|Search||Hot Links||What's New!|
Please let me remind all of you--this
material is copyrighted. Though partially funded by NASA, it is still a private
site. Therefore, before using our materials in any form, electronic or otherwise, you need
to ask permission.
There are two ways to browse the site: (1) use the search button above to find specific materials using keywords; or,
(2) go to specific headings like history, principles or careers at specific levels above and click on the button.
Teachers may go directly to the Teachers' Guide from the For Teachers button above or site browse as in (1) and (2).
Born Kediri Java
April 6, 1890December 23, 1939
Herman Gerard Fokker was born the son of a Dutch tea planter in Kediri Java, he returned to Holland with his family in 1894. It was not by technical education but by native genius and inventiveness, that Fokker gained the title of "The Flying Dutchman" By age 20 he had produced what was believed to be the fastest, most stable aircraft in the world.
When World War I commenced, Anthony Fokker was already a successful aircraft designer-producer. The war heightened his prominence. Although the records were destroyed in World War II, it is known that he produced more than sixty distinct aircraft designs during this period. The great German aces of the war - Voss, Immelmann, Boelke, and Richtoffen - achieved their outstanding records with the help of the "Fokker." Accomplishments including the E series, the D-VII, which was probably the best fighter of the war and the DR-1 tri-plane made famous by the Red Baron. He developed the machine gun synchronizer in just 48 hours after being given the assignment.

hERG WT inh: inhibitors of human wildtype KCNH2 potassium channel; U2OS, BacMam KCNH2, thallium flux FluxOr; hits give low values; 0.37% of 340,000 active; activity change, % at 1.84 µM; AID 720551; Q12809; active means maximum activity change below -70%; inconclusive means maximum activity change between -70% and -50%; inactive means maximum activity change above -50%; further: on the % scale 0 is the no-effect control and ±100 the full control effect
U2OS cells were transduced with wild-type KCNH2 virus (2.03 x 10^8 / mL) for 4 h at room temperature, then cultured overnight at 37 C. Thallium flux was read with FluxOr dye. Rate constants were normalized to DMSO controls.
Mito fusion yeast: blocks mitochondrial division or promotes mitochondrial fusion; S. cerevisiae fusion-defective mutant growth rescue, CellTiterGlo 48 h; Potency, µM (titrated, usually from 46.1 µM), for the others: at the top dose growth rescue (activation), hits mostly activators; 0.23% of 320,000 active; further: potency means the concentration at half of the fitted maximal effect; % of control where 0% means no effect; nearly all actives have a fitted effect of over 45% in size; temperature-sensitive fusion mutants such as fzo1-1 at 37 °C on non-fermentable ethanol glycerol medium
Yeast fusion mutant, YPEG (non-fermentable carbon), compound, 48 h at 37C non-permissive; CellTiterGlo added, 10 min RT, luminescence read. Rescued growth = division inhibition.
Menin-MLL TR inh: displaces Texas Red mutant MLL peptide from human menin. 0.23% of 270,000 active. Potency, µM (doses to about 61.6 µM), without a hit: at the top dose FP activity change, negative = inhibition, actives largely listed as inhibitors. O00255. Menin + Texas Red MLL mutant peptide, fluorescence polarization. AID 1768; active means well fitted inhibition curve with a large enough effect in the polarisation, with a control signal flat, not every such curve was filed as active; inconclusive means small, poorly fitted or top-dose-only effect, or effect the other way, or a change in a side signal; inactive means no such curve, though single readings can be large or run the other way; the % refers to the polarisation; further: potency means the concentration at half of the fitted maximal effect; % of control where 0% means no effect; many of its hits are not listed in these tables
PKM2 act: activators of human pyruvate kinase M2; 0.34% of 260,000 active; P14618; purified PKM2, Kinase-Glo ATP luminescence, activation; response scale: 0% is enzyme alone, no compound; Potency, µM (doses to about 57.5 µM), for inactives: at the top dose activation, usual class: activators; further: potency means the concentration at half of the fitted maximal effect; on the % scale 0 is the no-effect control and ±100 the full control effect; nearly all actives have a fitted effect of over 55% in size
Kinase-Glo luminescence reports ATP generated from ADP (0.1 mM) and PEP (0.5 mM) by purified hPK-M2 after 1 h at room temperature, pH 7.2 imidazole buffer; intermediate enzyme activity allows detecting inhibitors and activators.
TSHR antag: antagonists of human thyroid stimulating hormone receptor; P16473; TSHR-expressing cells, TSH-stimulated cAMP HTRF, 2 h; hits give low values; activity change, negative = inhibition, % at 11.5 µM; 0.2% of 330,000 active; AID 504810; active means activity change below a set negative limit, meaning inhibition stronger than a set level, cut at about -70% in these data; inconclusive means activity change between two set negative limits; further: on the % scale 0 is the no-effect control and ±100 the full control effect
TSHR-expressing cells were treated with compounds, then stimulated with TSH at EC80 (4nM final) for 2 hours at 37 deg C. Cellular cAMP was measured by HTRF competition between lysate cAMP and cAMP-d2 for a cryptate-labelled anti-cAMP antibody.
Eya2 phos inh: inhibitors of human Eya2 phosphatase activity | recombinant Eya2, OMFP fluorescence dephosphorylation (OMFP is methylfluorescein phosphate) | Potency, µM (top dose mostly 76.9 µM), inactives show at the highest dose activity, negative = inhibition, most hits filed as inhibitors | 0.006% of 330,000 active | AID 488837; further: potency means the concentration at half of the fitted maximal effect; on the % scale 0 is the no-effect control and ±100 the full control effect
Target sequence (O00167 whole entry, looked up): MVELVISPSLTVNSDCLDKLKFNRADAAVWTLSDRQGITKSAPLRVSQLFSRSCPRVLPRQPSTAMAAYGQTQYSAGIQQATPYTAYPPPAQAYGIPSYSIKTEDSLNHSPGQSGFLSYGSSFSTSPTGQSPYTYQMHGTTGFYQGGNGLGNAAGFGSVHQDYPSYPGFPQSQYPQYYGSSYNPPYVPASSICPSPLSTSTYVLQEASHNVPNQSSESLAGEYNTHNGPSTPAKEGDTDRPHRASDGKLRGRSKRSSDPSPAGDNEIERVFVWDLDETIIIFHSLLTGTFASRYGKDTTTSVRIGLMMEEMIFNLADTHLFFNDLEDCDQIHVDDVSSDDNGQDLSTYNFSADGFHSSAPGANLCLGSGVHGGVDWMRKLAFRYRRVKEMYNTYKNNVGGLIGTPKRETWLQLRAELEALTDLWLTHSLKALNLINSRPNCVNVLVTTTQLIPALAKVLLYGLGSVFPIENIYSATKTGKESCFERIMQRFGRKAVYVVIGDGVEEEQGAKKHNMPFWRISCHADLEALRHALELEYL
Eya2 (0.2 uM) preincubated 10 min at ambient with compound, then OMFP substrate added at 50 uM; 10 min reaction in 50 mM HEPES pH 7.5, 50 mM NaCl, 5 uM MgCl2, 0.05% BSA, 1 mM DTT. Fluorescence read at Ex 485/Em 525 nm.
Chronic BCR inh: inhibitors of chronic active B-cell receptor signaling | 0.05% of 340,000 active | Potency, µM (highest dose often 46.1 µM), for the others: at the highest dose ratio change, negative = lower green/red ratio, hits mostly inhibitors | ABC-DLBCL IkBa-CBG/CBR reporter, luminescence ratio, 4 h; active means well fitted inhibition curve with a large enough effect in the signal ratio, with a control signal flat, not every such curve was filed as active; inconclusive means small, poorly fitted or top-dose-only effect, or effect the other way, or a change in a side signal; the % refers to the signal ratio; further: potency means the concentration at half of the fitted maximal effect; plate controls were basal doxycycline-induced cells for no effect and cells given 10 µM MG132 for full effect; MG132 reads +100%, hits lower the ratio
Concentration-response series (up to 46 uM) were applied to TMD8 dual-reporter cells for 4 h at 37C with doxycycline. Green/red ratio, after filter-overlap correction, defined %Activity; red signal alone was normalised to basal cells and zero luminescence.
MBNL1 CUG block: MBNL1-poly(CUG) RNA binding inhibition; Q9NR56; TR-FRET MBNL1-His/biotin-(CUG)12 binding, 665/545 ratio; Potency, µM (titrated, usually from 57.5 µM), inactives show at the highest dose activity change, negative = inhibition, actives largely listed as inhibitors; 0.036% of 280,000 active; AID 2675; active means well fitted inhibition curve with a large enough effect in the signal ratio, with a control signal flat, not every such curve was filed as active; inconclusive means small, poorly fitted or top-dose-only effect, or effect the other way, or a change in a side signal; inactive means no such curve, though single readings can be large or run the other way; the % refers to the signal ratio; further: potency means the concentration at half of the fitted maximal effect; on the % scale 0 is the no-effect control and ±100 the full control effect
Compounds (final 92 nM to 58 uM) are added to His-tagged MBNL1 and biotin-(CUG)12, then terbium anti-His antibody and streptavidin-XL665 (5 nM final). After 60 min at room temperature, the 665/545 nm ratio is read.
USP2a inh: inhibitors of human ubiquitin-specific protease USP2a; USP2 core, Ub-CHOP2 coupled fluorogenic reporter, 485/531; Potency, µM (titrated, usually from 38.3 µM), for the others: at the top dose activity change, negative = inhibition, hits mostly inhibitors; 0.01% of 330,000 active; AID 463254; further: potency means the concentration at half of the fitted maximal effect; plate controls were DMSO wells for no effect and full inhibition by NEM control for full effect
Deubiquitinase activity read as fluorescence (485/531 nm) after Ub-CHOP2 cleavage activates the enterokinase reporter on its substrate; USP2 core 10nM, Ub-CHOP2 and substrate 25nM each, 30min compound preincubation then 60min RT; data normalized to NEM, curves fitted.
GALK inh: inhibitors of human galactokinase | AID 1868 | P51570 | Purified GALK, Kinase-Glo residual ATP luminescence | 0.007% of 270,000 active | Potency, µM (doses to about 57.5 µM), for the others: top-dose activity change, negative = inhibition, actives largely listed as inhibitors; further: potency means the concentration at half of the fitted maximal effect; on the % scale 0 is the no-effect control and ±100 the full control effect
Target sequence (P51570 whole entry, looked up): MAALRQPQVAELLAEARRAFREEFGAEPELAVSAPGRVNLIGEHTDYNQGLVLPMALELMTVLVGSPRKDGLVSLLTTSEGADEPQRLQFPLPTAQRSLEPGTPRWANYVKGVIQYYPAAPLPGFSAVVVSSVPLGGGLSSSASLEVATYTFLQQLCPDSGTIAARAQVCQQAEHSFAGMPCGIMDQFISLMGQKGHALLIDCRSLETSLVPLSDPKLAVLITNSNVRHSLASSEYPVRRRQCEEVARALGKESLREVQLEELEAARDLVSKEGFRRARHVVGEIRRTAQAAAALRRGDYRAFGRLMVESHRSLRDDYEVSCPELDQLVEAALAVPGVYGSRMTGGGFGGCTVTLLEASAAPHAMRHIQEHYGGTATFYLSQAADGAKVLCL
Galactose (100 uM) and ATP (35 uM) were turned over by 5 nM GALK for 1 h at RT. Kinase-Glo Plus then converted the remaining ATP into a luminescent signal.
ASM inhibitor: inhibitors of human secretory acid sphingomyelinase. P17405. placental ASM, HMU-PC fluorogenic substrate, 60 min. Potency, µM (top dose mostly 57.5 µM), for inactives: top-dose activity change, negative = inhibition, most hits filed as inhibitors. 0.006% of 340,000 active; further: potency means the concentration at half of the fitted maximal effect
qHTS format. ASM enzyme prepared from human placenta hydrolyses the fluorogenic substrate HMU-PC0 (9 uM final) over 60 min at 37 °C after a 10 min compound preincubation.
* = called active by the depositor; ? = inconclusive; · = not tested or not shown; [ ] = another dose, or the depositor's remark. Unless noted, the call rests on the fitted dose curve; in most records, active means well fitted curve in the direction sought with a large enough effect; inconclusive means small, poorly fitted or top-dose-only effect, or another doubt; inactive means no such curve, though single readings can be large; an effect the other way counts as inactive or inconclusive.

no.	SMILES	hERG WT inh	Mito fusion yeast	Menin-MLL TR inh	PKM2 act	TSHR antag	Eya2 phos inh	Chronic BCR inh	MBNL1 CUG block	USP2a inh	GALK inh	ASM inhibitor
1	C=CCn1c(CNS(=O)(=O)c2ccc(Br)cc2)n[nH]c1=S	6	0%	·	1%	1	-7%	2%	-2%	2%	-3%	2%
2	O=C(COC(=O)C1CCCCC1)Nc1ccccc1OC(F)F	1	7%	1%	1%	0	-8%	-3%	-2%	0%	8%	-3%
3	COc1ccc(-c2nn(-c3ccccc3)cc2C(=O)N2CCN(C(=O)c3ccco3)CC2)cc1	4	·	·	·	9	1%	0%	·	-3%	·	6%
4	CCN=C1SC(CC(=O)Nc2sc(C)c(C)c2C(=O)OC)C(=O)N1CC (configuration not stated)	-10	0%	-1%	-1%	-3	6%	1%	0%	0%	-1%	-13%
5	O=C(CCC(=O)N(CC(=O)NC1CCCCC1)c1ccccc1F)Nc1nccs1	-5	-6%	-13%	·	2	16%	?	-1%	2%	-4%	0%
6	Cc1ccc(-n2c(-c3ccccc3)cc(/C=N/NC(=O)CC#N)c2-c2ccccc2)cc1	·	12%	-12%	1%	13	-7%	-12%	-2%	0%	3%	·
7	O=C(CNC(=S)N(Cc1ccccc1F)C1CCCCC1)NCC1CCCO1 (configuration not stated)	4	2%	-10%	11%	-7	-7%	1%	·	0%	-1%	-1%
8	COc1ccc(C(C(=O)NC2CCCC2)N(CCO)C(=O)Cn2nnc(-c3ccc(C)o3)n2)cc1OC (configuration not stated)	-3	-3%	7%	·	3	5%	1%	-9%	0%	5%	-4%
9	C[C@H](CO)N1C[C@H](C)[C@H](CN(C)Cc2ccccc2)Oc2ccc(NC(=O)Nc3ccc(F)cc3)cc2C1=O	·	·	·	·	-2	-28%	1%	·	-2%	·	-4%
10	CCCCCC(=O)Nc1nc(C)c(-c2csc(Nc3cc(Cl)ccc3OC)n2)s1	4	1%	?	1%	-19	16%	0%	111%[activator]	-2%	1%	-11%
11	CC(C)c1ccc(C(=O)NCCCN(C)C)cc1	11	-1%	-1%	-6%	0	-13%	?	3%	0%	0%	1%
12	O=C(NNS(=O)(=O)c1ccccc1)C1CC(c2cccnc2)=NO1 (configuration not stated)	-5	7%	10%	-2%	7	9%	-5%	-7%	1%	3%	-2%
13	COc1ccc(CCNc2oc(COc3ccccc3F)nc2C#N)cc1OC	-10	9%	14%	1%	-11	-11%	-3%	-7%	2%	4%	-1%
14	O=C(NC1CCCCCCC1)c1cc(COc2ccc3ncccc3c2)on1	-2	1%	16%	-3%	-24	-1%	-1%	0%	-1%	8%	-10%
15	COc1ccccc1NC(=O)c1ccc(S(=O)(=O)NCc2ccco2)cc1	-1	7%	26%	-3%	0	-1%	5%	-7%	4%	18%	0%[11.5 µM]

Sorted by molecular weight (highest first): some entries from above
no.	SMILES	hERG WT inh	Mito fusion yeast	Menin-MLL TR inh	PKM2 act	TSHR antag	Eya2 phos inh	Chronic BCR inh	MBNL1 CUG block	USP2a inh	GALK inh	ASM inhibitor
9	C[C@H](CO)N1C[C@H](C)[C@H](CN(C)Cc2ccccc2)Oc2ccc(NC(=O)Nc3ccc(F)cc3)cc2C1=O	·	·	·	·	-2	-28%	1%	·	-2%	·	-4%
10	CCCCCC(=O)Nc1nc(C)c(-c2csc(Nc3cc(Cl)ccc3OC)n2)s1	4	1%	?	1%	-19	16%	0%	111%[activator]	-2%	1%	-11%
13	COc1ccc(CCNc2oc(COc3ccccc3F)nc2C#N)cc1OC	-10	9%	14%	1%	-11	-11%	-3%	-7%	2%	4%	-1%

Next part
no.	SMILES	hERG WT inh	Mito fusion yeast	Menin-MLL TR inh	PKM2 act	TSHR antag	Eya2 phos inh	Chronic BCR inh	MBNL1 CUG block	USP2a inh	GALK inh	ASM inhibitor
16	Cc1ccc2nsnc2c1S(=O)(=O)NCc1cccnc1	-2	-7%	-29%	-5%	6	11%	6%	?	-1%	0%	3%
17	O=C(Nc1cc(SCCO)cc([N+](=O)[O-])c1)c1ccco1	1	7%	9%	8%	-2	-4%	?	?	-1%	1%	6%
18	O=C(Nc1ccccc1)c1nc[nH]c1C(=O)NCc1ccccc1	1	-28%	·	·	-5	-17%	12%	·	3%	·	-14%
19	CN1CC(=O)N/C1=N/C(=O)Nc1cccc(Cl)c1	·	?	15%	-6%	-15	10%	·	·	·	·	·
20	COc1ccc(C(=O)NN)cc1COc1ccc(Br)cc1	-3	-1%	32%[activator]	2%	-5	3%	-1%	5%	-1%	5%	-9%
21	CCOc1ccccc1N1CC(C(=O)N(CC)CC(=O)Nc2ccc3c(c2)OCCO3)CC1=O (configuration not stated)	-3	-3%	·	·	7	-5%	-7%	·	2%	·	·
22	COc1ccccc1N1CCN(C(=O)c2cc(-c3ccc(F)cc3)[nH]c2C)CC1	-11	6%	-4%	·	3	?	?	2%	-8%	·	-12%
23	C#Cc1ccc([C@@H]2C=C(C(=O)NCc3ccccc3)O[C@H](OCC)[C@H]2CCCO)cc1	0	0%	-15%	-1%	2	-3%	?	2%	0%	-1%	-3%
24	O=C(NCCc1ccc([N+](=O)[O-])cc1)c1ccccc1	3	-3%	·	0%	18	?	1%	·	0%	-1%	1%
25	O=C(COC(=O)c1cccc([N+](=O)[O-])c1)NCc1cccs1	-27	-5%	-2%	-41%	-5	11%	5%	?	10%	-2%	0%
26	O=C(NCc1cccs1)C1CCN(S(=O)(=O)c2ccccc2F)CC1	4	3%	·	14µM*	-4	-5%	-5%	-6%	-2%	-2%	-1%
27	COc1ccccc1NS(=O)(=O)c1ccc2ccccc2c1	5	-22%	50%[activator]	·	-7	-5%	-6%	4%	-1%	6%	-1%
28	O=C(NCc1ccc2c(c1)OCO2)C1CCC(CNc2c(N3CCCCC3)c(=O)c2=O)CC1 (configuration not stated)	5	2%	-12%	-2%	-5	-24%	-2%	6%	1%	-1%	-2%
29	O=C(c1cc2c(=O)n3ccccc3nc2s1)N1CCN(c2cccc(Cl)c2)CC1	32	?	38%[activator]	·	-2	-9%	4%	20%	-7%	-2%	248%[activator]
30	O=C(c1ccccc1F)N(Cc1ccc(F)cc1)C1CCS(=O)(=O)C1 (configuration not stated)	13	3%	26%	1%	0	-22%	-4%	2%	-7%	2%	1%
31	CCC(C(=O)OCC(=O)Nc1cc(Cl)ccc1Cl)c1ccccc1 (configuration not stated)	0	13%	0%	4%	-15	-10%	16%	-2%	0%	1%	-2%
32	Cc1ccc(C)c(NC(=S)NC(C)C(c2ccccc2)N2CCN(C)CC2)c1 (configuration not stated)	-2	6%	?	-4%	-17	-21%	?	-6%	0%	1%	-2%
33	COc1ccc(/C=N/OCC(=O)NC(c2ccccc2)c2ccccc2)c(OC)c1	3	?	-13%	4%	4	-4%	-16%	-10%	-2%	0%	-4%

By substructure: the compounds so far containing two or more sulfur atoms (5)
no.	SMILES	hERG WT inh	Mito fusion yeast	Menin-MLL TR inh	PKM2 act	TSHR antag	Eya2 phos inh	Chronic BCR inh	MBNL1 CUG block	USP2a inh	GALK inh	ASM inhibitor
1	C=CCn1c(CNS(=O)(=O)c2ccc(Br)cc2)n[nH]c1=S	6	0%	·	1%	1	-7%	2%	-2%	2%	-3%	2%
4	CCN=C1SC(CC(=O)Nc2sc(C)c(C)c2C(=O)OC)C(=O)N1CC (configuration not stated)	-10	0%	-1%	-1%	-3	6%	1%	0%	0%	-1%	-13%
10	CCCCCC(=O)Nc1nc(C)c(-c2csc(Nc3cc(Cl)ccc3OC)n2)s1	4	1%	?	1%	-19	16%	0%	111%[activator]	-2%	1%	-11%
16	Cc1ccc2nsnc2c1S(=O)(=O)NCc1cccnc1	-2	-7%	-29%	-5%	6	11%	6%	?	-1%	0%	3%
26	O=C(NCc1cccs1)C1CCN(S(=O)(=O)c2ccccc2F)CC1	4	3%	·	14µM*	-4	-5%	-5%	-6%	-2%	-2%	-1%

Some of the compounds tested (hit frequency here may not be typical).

One of the ingredients vital to his success was the fact that he constantly kept the pilot in mind. He personally flew and tested his own designs and continued this philosophy throughout his life. He sought out the advice of the men on the flight line and brought into his team the best engineers he could find.
In the postwar years Anthony Fokker emigrated to the U.S. and continued his work in the design and production of transport aircraft. It was his famous tri-motor aircraft on which airlines of the World were based in the late 1920's. It was these rugged, high performance ships of the air that the great air explorers made famous: the U.S. Air Corp's Fokker T-2 which made the first nonstop transcontinental flight from New York to San Diego, Byrd's Fokkers which flew over the Poles, the great endurance flight of the Question Mark, and Kingsford Smith's Southern Cross.
Invested 1970 in the International Aerospace Hall of Fame
From "These We Honor," The International Hall of Fame; The San Diego Aerospace Museum, San Diego, CA. 1984
Send all comments to email@example.com
© 1995-2017 ALLSTAR Network. All rights reserved worldwide.
|Funded in part by||From
Updated: March 12, 2004